This letter was written by Ishmael Stevens (1805-1866), the son of Benjamin Stevens (1752-1829) and Rachel Holloway (1767-18xx). He married Mary Ann Mitchell (1813-1863) in 1836. At the time this letter, the Stevens family had four children (all mentioned): Robert Anderson Stevens (1837-1919), Rachel Jane Stevens (1838-1869), Martha Ann Stevens (1840-1888), and John Currie Stevens (1842-1921). [Note: sometimes spelled Stephens]
Stevens wrote the letter to his brother-in-law John Cardin, Jr. (1804-1896) of Orange County, North Carolina. John was married to Mary Ann Stevens (1798-1871) and had several children — the two eldest mentioned in this letter: Ishmael James Cardin (1824-1909) and Martha Jane Cardin (1831-1883). [Note: sometimes spelled Carden]
Addressed to Mr. John Cardin, Mason Hall P.O., Orange County, North Carolina
Snow Creek, Tennessee
March 29th 1838
To John Cardin & wife & all the brothers and sisters greeting.
Not having any thing very particular to write to any one of you, it has seemed good unto me to write to you in general. And first I will say unto you that myself and family are all well at this time except colds — though we have some sickness in this neighborhood. The scarlet fever is prevailing. There have been some cases which have proved fatal, but in general it assumes a mild form and lasts but a few days. Hitherto, we have escaped; but we have not forgot the saying of one that “the hurricane is bid to spare, the man that’s strangled by a hair.” We confess that we are more favored than we deserve.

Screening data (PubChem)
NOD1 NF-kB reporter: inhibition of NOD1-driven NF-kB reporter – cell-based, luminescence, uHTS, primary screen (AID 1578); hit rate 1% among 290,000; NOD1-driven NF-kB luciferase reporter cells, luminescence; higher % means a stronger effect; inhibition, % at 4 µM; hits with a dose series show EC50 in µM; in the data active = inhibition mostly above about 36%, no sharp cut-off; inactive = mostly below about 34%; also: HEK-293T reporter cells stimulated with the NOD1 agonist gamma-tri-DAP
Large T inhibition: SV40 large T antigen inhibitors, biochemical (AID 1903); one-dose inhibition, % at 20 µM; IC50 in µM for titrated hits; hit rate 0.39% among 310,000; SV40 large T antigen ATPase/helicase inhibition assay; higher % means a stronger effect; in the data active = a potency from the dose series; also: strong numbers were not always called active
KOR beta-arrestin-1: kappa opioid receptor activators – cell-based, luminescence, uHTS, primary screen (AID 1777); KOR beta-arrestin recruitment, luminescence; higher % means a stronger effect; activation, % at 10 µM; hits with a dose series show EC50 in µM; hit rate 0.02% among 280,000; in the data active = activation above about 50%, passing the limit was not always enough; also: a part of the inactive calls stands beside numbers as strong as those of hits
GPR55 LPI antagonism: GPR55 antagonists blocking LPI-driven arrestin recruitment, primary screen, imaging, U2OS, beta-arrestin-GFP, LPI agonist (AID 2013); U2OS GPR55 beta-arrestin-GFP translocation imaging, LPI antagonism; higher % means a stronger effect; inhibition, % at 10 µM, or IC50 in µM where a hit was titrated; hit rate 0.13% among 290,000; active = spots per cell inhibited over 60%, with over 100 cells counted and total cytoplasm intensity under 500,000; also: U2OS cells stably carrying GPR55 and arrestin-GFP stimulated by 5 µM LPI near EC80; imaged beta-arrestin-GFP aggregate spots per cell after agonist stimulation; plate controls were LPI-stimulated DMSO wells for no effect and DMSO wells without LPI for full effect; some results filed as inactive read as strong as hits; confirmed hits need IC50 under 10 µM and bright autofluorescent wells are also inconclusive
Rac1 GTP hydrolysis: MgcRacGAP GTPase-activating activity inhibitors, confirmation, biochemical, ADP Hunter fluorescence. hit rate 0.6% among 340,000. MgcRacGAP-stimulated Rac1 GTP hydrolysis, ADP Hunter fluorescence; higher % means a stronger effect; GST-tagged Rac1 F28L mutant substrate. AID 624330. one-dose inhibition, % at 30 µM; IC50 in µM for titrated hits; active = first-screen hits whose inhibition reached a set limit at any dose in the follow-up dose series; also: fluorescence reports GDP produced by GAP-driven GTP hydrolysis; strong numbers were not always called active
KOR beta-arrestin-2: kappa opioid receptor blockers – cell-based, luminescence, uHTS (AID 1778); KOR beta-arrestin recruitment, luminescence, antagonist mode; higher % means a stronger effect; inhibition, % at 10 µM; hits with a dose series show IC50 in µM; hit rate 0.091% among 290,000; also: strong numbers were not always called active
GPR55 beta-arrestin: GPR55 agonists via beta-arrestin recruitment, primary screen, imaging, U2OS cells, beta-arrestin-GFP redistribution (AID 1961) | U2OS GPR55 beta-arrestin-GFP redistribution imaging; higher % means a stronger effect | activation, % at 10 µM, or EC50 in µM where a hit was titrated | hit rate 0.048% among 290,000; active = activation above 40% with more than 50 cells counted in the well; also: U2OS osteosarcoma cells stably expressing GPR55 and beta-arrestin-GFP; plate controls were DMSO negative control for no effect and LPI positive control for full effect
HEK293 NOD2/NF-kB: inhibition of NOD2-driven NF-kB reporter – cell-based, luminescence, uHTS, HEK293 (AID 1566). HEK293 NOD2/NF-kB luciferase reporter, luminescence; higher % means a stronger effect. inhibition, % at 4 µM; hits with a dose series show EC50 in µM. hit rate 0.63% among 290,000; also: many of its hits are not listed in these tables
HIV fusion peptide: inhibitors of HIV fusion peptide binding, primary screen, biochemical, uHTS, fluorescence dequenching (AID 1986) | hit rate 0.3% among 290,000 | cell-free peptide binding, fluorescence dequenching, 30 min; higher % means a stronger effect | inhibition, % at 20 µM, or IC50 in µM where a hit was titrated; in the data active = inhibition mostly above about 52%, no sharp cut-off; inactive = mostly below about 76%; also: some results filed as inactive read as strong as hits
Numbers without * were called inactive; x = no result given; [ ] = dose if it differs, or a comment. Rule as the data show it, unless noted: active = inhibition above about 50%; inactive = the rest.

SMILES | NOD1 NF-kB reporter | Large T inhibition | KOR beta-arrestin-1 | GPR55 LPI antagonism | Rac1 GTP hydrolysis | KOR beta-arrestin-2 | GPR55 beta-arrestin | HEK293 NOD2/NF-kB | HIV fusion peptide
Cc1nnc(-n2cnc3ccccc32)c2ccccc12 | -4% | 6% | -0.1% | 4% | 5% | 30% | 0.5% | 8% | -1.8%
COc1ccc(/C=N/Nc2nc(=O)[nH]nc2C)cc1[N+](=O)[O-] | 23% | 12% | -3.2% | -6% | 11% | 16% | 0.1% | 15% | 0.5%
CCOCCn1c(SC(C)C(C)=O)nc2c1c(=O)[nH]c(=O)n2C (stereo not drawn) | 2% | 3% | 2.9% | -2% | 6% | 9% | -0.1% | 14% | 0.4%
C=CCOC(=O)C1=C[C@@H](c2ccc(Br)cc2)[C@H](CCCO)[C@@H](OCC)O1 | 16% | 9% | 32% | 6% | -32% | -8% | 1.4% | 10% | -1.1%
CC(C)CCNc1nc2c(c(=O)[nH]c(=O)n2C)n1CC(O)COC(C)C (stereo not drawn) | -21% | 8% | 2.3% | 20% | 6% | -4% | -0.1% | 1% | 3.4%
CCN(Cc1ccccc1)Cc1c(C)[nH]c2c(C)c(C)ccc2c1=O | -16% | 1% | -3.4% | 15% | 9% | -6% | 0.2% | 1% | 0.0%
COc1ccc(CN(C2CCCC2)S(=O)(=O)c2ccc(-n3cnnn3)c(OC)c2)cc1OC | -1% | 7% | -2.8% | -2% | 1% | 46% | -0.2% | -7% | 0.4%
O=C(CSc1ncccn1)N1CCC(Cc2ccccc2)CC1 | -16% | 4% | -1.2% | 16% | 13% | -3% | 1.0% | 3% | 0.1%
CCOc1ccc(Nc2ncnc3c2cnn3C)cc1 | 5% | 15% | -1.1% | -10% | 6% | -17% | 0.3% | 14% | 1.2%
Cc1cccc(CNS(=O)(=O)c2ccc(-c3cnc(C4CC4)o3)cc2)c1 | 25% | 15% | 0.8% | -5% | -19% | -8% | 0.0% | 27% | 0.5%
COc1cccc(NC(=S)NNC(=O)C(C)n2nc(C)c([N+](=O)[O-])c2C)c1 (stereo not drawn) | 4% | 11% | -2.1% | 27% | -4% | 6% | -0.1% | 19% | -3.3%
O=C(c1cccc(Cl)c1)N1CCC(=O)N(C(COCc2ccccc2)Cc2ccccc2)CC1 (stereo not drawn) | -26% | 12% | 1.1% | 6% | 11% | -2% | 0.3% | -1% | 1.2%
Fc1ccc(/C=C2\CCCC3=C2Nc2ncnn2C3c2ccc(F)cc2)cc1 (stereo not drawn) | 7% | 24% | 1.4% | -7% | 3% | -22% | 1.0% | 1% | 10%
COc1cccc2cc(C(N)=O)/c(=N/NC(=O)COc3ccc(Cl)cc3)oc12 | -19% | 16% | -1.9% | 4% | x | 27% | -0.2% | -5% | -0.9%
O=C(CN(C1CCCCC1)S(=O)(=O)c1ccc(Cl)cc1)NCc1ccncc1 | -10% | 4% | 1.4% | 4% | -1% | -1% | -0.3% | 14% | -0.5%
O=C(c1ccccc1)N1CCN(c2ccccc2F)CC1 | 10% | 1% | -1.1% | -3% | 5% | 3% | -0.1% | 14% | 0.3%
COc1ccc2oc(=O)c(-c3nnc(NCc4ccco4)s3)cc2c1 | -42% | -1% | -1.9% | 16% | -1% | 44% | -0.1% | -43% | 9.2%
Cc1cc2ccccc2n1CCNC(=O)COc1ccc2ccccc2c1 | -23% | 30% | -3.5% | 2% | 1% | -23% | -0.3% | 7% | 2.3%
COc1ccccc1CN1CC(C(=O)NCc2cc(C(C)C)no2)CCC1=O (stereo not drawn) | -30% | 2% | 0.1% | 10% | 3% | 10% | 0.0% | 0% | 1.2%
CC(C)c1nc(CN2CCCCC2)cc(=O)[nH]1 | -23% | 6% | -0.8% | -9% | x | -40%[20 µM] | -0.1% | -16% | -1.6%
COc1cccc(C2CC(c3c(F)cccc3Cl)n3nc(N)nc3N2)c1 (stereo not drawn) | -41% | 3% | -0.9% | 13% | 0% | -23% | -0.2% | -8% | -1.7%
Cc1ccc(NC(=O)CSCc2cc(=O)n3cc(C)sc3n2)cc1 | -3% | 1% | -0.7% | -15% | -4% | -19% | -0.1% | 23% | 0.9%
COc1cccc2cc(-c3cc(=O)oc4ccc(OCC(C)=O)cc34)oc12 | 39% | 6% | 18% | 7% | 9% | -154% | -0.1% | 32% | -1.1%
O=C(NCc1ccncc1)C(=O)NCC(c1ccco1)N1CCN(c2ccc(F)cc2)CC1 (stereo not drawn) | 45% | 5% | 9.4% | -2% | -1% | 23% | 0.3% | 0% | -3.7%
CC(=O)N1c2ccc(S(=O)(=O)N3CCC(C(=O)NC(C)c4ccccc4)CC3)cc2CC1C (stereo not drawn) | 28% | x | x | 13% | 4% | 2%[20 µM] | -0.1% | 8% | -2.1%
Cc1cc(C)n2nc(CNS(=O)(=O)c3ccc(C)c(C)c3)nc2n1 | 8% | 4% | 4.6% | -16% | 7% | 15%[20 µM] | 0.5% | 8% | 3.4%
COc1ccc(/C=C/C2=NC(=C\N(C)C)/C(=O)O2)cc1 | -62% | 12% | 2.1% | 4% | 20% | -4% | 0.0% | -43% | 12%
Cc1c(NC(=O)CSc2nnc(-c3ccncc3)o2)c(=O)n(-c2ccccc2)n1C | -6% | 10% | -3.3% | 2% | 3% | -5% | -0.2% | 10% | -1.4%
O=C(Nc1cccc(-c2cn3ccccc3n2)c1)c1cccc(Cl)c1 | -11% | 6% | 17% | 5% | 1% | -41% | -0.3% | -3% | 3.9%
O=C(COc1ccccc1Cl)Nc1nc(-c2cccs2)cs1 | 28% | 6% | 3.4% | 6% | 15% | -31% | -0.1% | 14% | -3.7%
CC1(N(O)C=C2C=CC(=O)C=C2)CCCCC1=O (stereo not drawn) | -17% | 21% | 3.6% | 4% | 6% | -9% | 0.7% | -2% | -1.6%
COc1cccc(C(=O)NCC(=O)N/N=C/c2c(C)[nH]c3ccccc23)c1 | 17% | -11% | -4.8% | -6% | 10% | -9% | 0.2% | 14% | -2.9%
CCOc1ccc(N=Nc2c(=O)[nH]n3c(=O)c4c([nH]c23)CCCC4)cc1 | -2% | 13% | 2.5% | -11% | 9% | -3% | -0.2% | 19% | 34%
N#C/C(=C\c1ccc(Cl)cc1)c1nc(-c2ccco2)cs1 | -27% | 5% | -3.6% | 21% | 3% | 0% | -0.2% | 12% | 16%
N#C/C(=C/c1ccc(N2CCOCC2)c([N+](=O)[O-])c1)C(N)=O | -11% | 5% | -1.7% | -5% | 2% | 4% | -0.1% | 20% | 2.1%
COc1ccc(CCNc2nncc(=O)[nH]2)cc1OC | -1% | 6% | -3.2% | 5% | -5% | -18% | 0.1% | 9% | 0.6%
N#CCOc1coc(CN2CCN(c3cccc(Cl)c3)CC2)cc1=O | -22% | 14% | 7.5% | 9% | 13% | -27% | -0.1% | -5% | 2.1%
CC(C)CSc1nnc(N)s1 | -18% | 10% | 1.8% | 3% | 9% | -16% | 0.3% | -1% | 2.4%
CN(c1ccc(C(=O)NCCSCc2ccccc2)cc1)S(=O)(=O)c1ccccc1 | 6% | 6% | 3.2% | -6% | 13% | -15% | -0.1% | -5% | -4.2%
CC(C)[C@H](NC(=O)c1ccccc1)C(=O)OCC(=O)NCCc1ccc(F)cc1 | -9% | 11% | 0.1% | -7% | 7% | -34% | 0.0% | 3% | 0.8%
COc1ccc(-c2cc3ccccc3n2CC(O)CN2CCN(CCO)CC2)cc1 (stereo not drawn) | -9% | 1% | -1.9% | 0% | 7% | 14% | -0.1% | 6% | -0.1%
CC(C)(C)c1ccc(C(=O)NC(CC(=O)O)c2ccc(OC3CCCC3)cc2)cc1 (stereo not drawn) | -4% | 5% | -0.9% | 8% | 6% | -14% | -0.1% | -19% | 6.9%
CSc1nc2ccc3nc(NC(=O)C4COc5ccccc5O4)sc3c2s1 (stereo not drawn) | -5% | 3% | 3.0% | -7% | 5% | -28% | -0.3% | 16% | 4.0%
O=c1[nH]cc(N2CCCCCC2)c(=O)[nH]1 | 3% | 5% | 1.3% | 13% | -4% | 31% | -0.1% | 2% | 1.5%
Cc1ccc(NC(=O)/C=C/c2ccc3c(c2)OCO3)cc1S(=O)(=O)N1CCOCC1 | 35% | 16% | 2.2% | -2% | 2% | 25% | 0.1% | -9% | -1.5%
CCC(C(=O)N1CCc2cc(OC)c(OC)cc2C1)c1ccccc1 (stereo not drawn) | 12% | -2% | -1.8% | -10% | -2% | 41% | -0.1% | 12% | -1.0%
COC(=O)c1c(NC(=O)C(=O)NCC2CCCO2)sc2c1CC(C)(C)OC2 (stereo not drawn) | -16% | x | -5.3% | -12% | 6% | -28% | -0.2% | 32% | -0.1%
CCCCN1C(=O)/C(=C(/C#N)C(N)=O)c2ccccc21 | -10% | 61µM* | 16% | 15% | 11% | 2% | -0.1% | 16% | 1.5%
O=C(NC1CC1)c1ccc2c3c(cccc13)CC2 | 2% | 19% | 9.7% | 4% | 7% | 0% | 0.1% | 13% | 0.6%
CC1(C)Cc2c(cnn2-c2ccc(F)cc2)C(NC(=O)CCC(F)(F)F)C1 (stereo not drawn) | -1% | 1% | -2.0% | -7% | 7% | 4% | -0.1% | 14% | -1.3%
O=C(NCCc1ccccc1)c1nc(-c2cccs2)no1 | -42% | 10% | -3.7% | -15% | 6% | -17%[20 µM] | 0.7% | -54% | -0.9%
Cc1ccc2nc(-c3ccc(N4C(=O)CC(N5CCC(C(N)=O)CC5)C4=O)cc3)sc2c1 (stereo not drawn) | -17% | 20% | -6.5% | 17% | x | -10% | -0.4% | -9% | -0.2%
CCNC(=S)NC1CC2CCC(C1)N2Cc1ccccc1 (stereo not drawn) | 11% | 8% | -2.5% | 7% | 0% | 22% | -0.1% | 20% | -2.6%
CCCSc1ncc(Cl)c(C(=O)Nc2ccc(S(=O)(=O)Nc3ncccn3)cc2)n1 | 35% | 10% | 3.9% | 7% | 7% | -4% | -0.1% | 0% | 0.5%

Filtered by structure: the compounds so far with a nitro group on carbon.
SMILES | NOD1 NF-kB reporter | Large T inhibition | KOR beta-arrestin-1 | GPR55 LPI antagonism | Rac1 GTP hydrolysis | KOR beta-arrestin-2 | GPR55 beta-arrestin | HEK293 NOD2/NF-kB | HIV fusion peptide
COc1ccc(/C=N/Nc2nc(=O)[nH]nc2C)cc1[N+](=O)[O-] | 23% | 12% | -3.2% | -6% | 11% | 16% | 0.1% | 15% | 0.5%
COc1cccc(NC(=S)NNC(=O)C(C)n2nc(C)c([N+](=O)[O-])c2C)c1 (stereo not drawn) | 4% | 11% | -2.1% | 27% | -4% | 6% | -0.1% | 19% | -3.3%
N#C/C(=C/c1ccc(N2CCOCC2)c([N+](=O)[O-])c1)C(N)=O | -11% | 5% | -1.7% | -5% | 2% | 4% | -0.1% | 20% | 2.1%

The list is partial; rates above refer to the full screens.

Margaret Dodson, wife of Jerome Dodson, and daughter of Mr. George and Mrs. Nancy Tate, died a few days since of (it’s said) the consumption.
We received John Steven’s letter a few days since which gave us much pleasure to hear that you were all well. John Whitaker wants to know if I had answered; no, if I had got a letter he wrote to me some time ago. I got one he wrote some time before I wrote to John Stevens which he John Stevens answered not long since by writing in answer to Bob’s letter killing, as he says, two birds with one stone. If he (J.W.) has written since the time above alluded to, I have not received it & I don’t think but I am sure that I ever answered that one, for I think in writing to John Stevens, I intended as Old Lilly says to kill two birds with one stone, and this time I intend to make a mighty throw and kill seven birds at once.
We have at this time very fine farming weather. We finished sowing oats last week. We sowed eight or none acres. We may make a great many or we may make none for, as the Negro said when asked if it was going to rain, it depends very much on the weather. If it should be what we used to call a good season for oats, we will probably make none and if a very bad season, we will make lots of them. We had a very cold February. The ground was frozen during the whole month. Vegetation is very backward indeed. We will not plant any corn for some time yet. Some of our wheat looks well; some not so well.